It's very interesting to see that old VB6 is still being used by a very large number of developers. When I started to develop my component products, I always thought that the safest bet would be to provide a very low-level C API and use it to build higher-level components in C# for the .NET world.
This experience has been quite easy because the .NET Framework has lots of classes and mechanisms to suport marshalling and binary data conversions, so the supporting API can really be made very basic indeed. Not so with VB6.
Visual Basic 6 is a very old progamming language and (I think) it lacks the skills required to qualify as a systems development language. My case is quite simple. After shipping the first version of DesktopSqlCe (which only supported C and .NET), I started to get a lot of requests to port the higher level code to Visual Basic 6. And that is the unfortunate work I am doing right now.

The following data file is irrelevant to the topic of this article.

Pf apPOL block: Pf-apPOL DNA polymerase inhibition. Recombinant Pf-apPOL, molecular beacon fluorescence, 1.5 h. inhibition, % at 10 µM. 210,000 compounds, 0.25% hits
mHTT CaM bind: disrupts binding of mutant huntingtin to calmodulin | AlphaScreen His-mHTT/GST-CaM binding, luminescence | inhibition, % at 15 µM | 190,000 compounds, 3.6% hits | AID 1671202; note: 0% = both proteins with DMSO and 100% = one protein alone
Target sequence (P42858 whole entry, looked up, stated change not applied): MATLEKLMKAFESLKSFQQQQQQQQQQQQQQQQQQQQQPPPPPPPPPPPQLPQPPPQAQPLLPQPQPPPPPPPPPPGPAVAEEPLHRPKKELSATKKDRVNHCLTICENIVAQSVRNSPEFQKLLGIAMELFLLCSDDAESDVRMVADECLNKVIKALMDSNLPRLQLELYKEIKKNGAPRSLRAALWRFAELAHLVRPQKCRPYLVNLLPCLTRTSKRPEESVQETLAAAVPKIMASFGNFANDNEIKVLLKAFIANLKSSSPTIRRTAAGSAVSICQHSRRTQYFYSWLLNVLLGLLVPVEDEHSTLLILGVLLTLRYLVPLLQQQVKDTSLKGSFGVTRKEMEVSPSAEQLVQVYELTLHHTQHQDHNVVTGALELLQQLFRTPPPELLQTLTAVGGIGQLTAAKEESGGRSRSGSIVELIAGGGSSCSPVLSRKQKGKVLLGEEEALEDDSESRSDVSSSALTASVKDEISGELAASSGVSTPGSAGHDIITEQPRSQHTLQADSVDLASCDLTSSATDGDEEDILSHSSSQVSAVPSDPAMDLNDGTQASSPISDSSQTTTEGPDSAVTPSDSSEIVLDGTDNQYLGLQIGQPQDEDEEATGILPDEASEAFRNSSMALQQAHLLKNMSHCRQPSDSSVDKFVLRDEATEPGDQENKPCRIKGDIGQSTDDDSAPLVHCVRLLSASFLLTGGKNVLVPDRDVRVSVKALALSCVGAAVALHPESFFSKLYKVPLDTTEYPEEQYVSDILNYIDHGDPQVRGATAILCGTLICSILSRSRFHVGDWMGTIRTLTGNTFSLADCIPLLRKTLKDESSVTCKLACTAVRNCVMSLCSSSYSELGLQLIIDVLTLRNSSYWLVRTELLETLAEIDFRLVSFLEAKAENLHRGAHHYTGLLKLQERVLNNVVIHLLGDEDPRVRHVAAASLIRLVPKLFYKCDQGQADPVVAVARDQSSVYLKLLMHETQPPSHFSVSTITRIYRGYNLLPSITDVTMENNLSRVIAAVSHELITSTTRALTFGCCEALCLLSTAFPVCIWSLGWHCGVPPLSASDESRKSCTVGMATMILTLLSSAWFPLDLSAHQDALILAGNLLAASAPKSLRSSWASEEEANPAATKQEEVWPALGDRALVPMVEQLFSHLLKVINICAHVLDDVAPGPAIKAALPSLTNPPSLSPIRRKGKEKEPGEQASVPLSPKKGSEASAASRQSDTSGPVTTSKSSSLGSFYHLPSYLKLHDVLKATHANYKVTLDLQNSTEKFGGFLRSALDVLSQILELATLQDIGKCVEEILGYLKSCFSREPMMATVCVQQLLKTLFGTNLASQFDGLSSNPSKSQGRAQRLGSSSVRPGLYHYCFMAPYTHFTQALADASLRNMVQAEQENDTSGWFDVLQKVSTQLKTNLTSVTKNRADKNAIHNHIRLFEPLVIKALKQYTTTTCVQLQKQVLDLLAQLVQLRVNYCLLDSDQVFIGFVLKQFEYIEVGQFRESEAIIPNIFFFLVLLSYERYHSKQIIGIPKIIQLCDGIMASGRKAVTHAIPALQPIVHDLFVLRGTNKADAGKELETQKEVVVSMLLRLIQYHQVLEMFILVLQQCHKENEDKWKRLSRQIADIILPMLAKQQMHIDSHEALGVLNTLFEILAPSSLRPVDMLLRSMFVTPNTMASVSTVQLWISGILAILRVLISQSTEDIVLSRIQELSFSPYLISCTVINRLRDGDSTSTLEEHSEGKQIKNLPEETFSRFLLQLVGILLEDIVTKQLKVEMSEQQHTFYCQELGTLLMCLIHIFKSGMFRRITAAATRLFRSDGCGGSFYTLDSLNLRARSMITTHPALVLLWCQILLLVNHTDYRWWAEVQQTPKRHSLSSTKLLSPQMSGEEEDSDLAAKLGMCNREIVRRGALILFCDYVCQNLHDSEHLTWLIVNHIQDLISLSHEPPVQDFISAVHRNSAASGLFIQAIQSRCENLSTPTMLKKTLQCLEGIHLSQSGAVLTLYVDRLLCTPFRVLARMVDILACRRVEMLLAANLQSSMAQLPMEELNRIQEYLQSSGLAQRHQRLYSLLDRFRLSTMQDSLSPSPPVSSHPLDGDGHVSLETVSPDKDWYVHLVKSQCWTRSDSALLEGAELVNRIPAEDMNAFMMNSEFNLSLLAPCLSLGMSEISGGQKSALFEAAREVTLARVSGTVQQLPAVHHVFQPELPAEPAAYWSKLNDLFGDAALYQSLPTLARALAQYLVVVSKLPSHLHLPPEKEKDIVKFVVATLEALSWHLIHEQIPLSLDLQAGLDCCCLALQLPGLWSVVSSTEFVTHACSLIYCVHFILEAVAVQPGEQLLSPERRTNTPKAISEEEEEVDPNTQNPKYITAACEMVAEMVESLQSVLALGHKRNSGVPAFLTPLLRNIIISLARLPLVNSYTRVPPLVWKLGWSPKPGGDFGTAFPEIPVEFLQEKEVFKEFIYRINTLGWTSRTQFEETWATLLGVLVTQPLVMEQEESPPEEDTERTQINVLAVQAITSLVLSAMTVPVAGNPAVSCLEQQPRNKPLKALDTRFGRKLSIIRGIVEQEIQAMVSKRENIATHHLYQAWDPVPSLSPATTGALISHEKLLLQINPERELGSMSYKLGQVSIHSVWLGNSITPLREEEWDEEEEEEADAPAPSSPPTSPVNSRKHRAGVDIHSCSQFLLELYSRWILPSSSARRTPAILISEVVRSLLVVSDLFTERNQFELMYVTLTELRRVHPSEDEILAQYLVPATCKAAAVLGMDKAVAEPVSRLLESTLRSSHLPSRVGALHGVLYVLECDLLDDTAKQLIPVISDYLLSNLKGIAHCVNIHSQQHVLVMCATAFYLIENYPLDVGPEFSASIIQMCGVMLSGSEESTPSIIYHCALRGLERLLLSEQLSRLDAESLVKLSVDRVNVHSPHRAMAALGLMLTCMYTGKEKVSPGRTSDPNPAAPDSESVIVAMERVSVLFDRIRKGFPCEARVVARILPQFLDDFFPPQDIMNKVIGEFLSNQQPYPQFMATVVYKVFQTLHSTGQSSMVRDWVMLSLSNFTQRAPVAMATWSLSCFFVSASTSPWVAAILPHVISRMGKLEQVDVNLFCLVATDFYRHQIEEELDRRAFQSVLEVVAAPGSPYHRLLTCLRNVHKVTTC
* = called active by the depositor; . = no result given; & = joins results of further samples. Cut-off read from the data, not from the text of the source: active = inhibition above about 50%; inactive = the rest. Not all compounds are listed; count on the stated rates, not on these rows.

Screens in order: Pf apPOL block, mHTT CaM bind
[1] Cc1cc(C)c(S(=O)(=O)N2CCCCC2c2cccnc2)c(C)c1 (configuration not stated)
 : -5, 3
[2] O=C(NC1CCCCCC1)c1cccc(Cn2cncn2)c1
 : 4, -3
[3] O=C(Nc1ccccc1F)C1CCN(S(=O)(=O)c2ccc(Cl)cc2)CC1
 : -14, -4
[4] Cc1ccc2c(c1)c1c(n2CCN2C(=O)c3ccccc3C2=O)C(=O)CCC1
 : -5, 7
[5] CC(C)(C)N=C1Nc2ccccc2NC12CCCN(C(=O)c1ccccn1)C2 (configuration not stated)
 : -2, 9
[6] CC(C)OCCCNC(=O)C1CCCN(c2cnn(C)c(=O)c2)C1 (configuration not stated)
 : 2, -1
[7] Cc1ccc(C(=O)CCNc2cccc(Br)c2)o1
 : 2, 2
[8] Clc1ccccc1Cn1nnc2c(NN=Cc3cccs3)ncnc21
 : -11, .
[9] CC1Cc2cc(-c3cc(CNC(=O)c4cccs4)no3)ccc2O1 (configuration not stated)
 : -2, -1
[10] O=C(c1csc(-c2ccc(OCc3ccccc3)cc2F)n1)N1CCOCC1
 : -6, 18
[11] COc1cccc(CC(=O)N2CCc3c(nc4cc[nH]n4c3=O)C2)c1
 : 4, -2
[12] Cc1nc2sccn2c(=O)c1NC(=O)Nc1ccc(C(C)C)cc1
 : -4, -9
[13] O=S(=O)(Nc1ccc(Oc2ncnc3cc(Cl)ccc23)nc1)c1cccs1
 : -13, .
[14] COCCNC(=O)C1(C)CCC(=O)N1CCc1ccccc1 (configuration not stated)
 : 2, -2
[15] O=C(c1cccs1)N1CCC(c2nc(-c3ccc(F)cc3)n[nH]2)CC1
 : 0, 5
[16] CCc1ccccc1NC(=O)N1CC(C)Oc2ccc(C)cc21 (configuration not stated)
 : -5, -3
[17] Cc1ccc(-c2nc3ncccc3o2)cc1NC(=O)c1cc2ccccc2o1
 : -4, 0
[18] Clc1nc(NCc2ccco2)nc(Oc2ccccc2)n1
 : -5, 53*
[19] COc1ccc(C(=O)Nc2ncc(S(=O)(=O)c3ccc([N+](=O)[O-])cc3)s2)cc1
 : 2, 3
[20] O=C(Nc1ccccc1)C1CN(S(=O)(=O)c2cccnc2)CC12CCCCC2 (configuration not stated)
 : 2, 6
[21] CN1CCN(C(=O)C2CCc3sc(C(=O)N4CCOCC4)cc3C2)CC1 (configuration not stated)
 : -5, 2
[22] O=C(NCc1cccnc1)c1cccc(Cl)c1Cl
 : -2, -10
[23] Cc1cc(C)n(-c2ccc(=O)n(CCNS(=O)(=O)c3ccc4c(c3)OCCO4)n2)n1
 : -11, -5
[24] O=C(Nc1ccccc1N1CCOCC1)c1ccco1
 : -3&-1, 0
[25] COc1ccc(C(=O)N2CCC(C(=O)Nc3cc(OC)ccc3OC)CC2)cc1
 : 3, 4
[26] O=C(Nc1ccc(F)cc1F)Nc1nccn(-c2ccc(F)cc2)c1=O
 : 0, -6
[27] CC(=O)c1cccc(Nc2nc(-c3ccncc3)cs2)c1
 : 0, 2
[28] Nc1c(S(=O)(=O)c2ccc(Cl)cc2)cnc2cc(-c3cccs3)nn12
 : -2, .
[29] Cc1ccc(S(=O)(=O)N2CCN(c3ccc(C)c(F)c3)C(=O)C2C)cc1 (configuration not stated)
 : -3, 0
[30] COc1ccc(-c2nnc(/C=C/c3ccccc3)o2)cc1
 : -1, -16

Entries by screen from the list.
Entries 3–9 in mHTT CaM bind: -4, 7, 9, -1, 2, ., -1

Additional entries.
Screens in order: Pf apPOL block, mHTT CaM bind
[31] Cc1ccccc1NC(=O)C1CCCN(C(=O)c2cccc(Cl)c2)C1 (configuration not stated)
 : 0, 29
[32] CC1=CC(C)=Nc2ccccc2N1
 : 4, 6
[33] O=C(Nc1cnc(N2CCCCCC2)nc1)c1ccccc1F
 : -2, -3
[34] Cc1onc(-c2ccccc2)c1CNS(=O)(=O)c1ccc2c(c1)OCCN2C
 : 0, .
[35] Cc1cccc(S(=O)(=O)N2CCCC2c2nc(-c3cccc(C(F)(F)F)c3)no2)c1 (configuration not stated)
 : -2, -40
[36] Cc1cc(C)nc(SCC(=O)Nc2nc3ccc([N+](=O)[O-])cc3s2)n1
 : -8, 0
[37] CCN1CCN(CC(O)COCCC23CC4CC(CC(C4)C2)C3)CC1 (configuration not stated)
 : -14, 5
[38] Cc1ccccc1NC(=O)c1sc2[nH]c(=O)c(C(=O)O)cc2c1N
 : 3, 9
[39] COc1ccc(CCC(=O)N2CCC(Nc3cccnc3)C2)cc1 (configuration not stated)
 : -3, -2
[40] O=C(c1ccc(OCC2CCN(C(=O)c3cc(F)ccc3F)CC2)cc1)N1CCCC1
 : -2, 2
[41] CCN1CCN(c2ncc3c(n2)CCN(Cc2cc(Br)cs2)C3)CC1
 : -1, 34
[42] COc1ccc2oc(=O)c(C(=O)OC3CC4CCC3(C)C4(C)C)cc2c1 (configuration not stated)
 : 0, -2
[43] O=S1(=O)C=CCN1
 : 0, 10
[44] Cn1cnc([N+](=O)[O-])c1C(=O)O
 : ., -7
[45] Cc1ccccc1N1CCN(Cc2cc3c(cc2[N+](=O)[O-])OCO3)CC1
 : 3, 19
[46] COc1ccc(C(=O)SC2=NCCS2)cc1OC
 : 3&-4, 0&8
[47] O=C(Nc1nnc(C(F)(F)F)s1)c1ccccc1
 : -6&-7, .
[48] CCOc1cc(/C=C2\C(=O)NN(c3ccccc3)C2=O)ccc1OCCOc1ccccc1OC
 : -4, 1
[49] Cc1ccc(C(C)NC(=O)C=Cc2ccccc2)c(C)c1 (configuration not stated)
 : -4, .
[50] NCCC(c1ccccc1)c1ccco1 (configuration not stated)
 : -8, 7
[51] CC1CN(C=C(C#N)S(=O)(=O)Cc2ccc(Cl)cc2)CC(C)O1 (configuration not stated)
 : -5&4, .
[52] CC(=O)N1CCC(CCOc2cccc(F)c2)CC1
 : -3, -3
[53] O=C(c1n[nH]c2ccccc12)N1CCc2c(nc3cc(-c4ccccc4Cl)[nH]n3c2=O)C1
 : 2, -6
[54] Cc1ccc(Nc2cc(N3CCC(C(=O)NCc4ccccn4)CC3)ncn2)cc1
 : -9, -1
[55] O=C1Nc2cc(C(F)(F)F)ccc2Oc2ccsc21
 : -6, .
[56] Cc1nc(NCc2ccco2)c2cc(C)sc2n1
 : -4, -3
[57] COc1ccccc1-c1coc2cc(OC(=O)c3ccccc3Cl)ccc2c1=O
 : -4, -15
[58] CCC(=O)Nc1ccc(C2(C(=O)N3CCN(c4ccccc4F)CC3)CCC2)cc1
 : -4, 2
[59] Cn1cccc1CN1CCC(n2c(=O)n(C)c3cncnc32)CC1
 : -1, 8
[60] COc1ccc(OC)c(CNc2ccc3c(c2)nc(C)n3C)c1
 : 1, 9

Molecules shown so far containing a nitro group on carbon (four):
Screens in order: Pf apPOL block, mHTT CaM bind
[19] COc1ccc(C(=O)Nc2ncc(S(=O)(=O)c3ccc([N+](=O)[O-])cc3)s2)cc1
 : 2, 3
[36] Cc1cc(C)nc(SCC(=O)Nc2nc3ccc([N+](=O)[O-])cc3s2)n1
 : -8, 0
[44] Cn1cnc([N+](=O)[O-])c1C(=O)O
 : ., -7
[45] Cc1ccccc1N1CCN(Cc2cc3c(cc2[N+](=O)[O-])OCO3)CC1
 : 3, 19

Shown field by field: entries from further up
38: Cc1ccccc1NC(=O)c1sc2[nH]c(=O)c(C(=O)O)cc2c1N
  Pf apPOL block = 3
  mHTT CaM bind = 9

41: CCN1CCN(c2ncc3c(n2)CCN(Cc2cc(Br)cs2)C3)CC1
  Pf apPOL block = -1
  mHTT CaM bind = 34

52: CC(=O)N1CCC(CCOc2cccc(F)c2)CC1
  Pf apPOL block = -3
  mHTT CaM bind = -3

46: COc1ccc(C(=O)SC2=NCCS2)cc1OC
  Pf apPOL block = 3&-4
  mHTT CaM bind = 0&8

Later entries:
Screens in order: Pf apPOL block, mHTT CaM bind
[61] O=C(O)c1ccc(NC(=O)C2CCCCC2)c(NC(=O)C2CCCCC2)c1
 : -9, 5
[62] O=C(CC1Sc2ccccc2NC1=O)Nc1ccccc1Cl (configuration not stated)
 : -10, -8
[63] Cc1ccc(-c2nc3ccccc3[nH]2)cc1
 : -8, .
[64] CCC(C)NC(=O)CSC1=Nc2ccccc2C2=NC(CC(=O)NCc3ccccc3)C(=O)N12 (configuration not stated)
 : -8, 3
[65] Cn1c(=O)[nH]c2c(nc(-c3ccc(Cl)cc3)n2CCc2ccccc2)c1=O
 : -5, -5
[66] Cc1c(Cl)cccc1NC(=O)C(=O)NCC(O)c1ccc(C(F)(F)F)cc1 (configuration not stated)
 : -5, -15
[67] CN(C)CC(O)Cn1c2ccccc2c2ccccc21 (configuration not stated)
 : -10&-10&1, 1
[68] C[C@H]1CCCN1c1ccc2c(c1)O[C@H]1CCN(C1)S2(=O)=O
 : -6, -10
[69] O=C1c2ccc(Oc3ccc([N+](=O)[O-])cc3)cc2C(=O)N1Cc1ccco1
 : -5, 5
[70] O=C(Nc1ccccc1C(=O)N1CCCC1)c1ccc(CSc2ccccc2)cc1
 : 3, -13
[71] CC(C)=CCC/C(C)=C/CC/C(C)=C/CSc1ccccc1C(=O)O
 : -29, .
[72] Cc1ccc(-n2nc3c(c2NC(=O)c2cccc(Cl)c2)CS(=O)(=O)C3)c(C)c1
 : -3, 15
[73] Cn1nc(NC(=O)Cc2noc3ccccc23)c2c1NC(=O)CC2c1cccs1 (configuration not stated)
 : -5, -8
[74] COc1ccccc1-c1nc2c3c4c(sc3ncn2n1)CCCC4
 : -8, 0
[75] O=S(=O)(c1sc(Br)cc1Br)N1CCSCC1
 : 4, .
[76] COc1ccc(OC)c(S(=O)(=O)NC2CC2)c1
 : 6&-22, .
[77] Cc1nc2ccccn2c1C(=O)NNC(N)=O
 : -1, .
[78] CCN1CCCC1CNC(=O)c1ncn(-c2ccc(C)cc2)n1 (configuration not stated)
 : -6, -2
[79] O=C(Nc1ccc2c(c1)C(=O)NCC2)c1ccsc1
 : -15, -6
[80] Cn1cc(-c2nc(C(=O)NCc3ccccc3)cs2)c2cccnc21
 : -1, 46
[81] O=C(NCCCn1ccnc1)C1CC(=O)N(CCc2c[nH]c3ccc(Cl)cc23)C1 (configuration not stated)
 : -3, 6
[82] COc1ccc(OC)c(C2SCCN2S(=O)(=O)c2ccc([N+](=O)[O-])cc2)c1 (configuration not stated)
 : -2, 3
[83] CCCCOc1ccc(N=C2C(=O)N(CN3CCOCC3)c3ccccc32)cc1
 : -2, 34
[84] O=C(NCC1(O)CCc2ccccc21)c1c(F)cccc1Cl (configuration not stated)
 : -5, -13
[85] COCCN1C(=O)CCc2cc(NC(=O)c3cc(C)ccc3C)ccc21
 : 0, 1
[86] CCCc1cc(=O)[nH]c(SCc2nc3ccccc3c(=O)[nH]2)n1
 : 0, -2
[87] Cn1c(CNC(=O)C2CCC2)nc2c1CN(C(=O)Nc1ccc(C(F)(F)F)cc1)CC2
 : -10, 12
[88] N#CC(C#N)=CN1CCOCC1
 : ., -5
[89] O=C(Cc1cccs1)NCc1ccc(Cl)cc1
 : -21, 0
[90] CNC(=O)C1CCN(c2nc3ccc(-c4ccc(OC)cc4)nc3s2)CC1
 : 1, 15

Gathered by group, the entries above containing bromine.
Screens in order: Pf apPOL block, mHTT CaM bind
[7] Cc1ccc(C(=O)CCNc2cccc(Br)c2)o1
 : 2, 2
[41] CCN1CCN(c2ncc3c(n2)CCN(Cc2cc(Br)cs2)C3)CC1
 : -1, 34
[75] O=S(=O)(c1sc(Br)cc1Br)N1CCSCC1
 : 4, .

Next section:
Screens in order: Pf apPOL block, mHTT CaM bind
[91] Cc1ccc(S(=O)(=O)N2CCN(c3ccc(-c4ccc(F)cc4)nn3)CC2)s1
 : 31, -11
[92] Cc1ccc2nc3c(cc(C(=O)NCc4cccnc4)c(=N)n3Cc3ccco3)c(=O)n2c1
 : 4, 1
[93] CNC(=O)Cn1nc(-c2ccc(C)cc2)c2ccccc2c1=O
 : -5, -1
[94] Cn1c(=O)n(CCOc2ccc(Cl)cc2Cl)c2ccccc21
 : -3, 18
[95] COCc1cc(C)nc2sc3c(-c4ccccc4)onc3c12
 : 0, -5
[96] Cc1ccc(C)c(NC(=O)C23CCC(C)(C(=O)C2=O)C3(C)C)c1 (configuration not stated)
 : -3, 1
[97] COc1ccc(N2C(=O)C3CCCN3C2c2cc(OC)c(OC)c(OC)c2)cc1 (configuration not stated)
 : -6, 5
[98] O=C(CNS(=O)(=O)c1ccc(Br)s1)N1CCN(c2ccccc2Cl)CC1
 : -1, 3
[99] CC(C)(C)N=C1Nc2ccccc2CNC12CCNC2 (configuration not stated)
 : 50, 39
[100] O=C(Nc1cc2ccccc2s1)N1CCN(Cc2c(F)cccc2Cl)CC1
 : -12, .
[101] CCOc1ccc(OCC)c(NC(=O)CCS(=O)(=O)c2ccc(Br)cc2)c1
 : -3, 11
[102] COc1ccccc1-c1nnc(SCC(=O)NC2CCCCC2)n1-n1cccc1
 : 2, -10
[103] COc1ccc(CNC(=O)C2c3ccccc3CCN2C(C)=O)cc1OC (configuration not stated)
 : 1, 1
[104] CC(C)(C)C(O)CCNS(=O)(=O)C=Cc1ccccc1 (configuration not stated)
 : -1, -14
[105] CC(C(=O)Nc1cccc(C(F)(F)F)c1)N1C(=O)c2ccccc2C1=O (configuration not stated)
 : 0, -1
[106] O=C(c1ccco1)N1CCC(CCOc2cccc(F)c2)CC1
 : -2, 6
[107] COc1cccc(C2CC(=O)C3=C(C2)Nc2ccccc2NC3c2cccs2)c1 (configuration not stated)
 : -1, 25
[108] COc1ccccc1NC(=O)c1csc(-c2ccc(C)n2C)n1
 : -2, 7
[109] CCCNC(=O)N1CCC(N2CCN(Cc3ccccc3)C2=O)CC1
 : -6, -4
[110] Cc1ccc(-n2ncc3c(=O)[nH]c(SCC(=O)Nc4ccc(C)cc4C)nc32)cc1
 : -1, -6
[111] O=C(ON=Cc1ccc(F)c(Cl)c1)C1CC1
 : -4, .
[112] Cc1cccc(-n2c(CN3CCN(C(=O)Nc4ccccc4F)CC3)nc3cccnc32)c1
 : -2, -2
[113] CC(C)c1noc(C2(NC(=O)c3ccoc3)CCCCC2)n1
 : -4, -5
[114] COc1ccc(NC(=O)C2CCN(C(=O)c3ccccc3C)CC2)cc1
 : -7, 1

My major gripe is the apparent lack of functions to convert from the language types to binary streams (C++: why do you need functions for that ???). The .NET Frameworks has a bewildering number of conversion classes, but VB6 lacks almost everything. Bottom line: I am adding a lot more functions to the low-level API so that VB6 can talk to it...
And yes, I am adding VARIANT support to the code...
3 weeks ago